Distributed Network Synchronization: The Internet And Electric Power Grids
Synchronization is a fundamental requirement of most networked engineering applications. It enables the necessary coordination among agents required to implement several communication systems as well as network protocols. Despite the great recent advances in understanding synchronization, a complete synchronization theory is yet to be developed. This thesis presents a systematic study of synchronization on distributed systems that covers theoretical guarantees for synchronization, performance analysis and optimization, as well as design and implementation of algorithms. We first present several theoretical results that deepen the understanding of how coupling, delay and topology affect the behavior of a system of coupled oscillators. We obtain a sufficient condition that can be used to check limit cycle stability, and use it to characterize a family of coupling functions guaranteeing convergence to in-phase synchronization (phase consensus). The effect of heterogeneous delay is then investigated by developing a new framework that unveils the dependence of the orbit's stability on the delay distribution. Finally, we consider the effect of frequency heterogeneity. While coupled oscillators with heterogeneous frequency cannot achieve phase consensus, we show that a second order version of the system can achieve synchronization for arbitrary natural frequencies and we relate the limiting frequency of the system to the harmonic mean of the natural frequencies. Based on the insight provided by our theoretical results, we then focus on more practical aspects of synchronization in two particular areas: information networks and power networks. Within information networks, we examine the synchronization of computer clocks connected via a data network and propose a discrete algorithm to synchronize them. Unlike current solutions, which either estimate and compensate the frequency difference (skew) among clocks or introduce offset corrections that can generate jitter and possibly even backward jumps, this algorithm achieves synchronization without any of these problems. We present a detailed convergence analysis together with a characterization of the parameter values that guarantee convergence. We then study and optimize the effect of noisy measurements and clock wander on the system performance using a parameter dependent H2 norm. In particular, we show that the frequency of the system drifts away from its theoretical value in the absence of a leader. We implement the algorithm on a cluster of IBM BladeCenter servers running Linux and we experimentally verify that our algorithm outperforms the well-established solution. We also show that the optimal parameter values depend on the network conditions and topology. Finally, we study synchronization on power networks. By relating the dynamics of power networks to the dynamics of coupled oscillators, we can gain insight into how different network parameters affect performance. We show that the rate of convergence of networks is related to the algebraic connectivity of a state dependent Laplacian which varies with the network power scheduling and line impedances. This provides a novel method to change the voltage stability margins by updating the power scheduling or line impedances. Unfortunately, there exists a decoupling between the market clearing procedure used to dispatch power and the security analysis of the network, that prevents the direct use of this solution. Furthermore, focusing on voltage stability may generate other types of instabilities such as larger transient oscillations. This motivates the use of a unifying stability measure that can minimize oscillations or maximize voltage stability margins, and can be readily combined with current dispatch mechanisms generating a dynamics-aware optimal power flow formulation.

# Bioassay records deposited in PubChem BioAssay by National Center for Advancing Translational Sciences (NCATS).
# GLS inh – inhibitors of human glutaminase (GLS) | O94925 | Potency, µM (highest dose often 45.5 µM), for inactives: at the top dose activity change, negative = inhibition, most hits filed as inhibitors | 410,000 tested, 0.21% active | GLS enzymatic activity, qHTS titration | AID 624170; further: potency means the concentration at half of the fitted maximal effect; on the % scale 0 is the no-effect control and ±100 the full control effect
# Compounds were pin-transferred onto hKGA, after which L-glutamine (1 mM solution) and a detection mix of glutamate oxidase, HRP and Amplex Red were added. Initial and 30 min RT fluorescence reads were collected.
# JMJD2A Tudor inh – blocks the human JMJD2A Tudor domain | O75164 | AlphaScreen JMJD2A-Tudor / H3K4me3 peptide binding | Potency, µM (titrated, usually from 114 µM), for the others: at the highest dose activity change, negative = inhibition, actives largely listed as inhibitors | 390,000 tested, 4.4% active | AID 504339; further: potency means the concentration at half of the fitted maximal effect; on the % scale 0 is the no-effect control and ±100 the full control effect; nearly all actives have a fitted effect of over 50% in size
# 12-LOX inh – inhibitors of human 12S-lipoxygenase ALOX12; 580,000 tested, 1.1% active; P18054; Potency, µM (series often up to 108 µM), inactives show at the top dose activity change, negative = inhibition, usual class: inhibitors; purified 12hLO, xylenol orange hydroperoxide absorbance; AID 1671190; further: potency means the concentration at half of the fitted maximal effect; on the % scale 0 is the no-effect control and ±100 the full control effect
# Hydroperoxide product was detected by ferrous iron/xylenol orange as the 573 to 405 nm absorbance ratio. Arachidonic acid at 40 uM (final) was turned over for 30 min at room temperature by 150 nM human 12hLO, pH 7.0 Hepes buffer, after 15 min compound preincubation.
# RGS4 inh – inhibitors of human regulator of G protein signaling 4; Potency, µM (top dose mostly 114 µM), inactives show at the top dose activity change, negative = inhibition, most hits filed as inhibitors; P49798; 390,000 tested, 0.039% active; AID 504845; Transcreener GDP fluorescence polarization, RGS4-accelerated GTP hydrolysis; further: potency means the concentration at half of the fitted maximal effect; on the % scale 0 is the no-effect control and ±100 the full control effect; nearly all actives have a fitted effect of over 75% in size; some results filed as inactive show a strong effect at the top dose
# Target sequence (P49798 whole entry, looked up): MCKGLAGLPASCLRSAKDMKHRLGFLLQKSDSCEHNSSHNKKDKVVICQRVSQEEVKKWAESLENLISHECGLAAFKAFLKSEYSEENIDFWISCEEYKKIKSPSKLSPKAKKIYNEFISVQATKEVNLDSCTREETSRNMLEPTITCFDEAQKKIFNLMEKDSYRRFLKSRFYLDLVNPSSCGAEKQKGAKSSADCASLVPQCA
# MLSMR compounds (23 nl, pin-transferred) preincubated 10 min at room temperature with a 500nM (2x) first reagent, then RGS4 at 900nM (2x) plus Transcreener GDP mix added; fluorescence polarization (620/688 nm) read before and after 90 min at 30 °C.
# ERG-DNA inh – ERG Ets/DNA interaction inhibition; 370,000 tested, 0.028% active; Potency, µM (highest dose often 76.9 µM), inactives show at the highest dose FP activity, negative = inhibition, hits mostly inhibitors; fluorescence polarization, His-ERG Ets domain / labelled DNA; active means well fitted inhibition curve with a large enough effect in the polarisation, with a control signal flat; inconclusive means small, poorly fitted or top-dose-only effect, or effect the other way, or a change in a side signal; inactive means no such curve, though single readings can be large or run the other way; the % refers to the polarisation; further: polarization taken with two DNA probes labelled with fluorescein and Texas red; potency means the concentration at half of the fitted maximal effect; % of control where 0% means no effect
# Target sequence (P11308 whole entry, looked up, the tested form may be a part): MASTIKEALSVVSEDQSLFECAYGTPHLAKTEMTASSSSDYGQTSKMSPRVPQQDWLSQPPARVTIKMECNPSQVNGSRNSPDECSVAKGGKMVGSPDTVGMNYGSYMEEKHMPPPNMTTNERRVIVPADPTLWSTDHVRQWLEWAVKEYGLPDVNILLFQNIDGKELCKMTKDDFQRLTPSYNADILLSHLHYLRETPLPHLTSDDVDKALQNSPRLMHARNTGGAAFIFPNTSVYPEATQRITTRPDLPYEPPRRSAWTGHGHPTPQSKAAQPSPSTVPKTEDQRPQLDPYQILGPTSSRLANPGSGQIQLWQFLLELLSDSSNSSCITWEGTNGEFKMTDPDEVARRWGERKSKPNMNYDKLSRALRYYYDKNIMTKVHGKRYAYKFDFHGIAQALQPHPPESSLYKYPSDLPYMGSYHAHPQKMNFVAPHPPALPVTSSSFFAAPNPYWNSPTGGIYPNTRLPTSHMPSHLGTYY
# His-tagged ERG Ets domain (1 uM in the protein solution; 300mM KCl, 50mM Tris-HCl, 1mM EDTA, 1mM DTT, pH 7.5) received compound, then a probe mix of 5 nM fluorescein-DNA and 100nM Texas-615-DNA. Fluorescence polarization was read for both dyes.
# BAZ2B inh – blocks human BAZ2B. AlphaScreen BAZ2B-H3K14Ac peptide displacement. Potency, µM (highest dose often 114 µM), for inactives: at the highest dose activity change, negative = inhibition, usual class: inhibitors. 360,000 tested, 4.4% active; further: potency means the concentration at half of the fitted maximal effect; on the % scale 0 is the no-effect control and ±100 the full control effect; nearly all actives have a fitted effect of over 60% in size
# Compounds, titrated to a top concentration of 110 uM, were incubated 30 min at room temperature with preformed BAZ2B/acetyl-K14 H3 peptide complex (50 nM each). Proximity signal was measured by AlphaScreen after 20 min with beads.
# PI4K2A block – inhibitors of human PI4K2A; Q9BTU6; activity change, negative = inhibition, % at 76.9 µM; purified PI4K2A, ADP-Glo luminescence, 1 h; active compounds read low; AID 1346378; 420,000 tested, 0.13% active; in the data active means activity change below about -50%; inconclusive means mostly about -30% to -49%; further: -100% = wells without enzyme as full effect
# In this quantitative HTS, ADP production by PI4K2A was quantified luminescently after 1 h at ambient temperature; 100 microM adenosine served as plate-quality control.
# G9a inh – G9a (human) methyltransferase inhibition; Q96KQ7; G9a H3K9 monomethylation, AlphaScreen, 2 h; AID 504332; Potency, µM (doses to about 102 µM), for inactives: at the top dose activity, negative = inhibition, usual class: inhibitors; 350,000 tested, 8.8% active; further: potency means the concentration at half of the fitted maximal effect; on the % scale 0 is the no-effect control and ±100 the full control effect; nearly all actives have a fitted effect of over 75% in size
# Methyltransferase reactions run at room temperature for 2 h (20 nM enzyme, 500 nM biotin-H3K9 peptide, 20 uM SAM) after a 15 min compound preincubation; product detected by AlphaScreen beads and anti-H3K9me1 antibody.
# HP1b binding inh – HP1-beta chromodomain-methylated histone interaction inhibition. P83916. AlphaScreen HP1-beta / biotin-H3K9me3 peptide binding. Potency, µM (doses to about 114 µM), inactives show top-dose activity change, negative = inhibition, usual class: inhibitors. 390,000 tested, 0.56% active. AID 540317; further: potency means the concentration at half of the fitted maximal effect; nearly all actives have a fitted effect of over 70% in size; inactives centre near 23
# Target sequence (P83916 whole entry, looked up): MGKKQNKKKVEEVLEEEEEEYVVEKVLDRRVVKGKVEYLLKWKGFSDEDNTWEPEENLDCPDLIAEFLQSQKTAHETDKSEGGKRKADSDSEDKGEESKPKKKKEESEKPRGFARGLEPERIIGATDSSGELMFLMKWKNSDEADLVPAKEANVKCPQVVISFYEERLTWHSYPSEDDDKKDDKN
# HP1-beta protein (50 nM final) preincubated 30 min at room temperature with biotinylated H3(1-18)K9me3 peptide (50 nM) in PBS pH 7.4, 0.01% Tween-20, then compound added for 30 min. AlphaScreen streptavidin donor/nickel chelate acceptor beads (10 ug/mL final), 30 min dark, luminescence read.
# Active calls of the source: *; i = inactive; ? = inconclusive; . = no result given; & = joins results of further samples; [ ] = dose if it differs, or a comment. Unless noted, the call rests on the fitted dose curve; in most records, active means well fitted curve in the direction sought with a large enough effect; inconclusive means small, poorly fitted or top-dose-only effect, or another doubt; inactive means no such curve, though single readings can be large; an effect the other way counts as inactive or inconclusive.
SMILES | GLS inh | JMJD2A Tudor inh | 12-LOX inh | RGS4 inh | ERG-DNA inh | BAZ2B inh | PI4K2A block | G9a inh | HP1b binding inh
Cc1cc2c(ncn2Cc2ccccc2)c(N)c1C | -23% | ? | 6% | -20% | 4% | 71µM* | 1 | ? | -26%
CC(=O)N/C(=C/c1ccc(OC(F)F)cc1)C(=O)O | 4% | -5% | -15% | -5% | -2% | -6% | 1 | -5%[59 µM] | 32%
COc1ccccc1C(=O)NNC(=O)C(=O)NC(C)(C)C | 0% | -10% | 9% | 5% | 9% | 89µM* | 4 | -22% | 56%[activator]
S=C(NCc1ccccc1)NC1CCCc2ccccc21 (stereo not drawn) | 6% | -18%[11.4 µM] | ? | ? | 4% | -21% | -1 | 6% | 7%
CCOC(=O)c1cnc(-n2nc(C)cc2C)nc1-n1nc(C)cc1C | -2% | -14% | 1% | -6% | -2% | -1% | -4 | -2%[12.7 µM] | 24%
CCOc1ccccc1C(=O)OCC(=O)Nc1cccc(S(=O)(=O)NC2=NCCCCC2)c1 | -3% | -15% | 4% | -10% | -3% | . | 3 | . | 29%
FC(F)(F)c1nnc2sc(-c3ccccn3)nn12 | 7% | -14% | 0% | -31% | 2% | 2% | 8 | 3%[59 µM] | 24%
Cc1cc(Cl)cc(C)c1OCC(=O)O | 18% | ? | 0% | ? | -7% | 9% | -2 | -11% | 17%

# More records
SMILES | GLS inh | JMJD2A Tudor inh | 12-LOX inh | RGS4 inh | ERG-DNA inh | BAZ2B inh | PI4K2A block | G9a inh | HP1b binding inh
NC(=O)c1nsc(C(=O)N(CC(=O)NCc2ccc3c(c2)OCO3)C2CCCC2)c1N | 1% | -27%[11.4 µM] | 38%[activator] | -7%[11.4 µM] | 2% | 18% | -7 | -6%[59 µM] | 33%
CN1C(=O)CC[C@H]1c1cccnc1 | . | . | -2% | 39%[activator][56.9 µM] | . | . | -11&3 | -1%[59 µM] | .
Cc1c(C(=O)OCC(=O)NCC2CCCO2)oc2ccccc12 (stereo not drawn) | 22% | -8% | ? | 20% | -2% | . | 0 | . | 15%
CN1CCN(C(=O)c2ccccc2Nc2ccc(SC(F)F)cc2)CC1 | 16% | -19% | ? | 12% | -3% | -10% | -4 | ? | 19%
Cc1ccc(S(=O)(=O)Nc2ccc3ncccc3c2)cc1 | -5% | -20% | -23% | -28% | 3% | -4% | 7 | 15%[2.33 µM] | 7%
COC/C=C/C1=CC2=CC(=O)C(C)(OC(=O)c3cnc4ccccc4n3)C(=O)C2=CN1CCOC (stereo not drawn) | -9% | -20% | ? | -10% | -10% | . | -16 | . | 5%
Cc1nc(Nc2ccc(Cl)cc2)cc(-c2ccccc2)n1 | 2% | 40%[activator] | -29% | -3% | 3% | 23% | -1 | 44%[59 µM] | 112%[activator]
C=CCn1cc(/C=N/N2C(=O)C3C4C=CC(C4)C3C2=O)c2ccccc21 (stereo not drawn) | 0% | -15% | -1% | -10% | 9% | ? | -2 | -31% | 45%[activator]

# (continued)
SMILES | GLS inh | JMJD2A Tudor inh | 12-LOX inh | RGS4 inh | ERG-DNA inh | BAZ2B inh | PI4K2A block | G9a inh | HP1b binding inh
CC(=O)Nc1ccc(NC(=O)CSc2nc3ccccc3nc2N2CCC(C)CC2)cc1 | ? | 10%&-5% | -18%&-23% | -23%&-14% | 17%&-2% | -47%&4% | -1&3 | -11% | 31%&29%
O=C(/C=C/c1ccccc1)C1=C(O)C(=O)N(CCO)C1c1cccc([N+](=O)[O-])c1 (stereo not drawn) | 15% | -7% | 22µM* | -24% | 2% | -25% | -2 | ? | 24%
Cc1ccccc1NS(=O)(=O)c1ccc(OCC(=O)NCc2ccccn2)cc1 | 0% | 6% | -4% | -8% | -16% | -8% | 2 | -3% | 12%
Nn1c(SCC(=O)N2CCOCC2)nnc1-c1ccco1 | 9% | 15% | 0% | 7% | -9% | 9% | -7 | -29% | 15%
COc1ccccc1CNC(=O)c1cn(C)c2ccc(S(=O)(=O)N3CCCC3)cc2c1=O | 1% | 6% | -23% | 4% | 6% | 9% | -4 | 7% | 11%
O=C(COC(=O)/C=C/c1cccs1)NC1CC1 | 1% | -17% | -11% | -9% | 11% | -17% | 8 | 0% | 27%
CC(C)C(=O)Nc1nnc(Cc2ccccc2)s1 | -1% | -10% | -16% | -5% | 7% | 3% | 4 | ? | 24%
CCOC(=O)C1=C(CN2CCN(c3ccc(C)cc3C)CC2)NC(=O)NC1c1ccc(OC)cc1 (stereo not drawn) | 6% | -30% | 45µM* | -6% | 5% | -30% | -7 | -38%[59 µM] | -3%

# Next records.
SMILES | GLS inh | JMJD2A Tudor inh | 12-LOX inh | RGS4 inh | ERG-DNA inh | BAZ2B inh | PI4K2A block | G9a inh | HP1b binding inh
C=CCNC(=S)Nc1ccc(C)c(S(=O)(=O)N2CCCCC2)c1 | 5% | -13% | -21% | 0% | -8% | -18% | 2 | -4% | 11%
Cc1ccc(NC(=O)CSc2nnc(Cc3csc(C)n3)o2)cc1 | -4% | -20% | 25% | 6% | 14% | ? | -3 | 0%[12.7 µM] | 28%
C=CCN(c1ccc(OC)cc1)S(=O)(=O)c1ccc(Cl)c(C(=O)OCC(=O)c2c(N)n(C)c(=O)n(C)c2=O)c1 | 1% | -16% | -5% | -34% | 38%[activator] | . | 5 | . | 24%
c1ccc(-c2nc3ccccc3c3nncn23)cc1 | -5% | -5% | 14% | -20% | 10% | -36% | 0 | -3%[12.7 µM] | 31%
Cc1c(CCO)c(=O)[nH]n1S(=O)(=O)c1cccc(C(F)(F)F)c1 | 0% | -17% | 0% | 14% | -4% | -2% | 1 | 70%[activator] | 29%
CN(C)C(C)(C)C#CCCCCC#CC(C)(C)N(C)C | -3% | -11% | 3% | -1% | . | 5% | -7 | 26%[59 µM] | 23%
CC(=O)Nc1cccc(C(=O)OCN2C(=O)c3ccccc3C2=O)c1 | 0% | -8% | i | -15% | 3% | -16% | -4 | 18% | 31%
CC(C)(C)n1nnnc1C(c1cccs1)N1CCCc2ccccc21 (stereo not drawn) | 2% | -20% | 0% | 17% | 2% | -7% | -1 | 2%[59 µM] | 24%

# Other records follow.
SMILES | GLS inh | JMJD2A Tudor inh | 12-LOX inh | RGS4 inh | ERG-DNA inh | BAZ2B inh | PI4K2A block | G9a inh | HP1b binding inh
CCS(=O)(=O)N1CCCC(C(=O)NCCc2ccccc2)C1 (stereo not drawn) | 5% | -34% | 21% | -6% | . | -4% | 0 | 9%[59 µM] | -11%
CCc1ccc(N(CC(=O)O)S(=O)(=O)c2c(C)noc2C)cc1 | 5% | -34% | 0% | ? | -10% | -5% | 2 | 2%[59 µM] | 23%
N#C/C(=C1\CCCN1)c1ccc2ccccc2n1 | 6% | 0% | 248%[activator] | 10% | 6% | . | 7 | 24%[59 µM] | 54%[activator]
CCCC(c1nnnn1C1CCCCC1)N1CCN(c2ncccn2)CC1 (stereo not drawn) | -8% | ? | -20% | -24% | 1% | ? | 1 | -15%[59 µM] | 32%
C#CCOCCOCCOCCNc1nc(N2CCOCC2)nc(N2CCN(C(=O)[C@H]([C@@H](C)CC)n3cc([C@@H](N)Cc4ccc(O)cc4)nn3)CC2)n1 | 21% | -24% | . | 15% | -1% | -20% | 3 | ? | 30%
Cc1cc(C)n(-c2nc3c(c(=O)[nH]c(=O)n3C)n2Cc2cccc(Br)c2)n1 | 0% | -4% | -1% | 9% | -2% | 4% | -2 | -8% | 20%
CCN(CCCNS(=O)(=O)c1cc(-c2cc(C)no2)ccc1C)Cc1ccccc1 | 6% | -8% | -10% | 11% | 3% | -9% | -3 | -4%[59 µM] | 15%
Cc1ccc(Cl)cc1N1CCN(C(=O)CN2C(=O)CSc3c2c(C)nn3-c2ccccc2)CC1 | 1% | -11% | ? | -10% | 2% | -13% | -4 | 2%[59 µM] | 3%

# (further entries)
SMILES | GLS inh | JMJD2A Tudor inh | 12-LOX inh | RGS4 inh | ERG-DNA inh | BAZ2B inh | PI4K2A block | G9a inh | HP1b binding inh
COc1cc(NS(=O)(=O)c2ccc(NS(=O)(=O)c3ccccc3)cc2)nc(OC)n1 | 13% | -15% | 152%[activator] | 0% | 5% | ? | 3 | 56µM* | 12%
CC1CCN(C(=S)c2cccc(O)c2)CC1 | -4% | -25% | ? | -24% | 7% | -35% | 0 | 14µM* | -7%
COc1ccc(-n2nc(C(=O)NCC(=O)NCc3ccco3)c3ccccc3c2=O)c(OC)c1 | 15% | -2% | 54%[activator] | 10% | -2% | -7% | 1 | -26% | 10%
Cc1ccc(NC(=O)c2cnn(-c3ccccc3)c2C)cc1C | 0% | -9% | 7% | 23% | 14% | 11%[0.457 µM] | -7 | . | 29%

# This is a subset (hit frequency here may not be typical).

Chiang, Hsiao-Dong; Tong, Lang; Strogatz, Steven H
Ph.D. of Electrical Engineering
Doctor of Philosophy
dissertation or thesis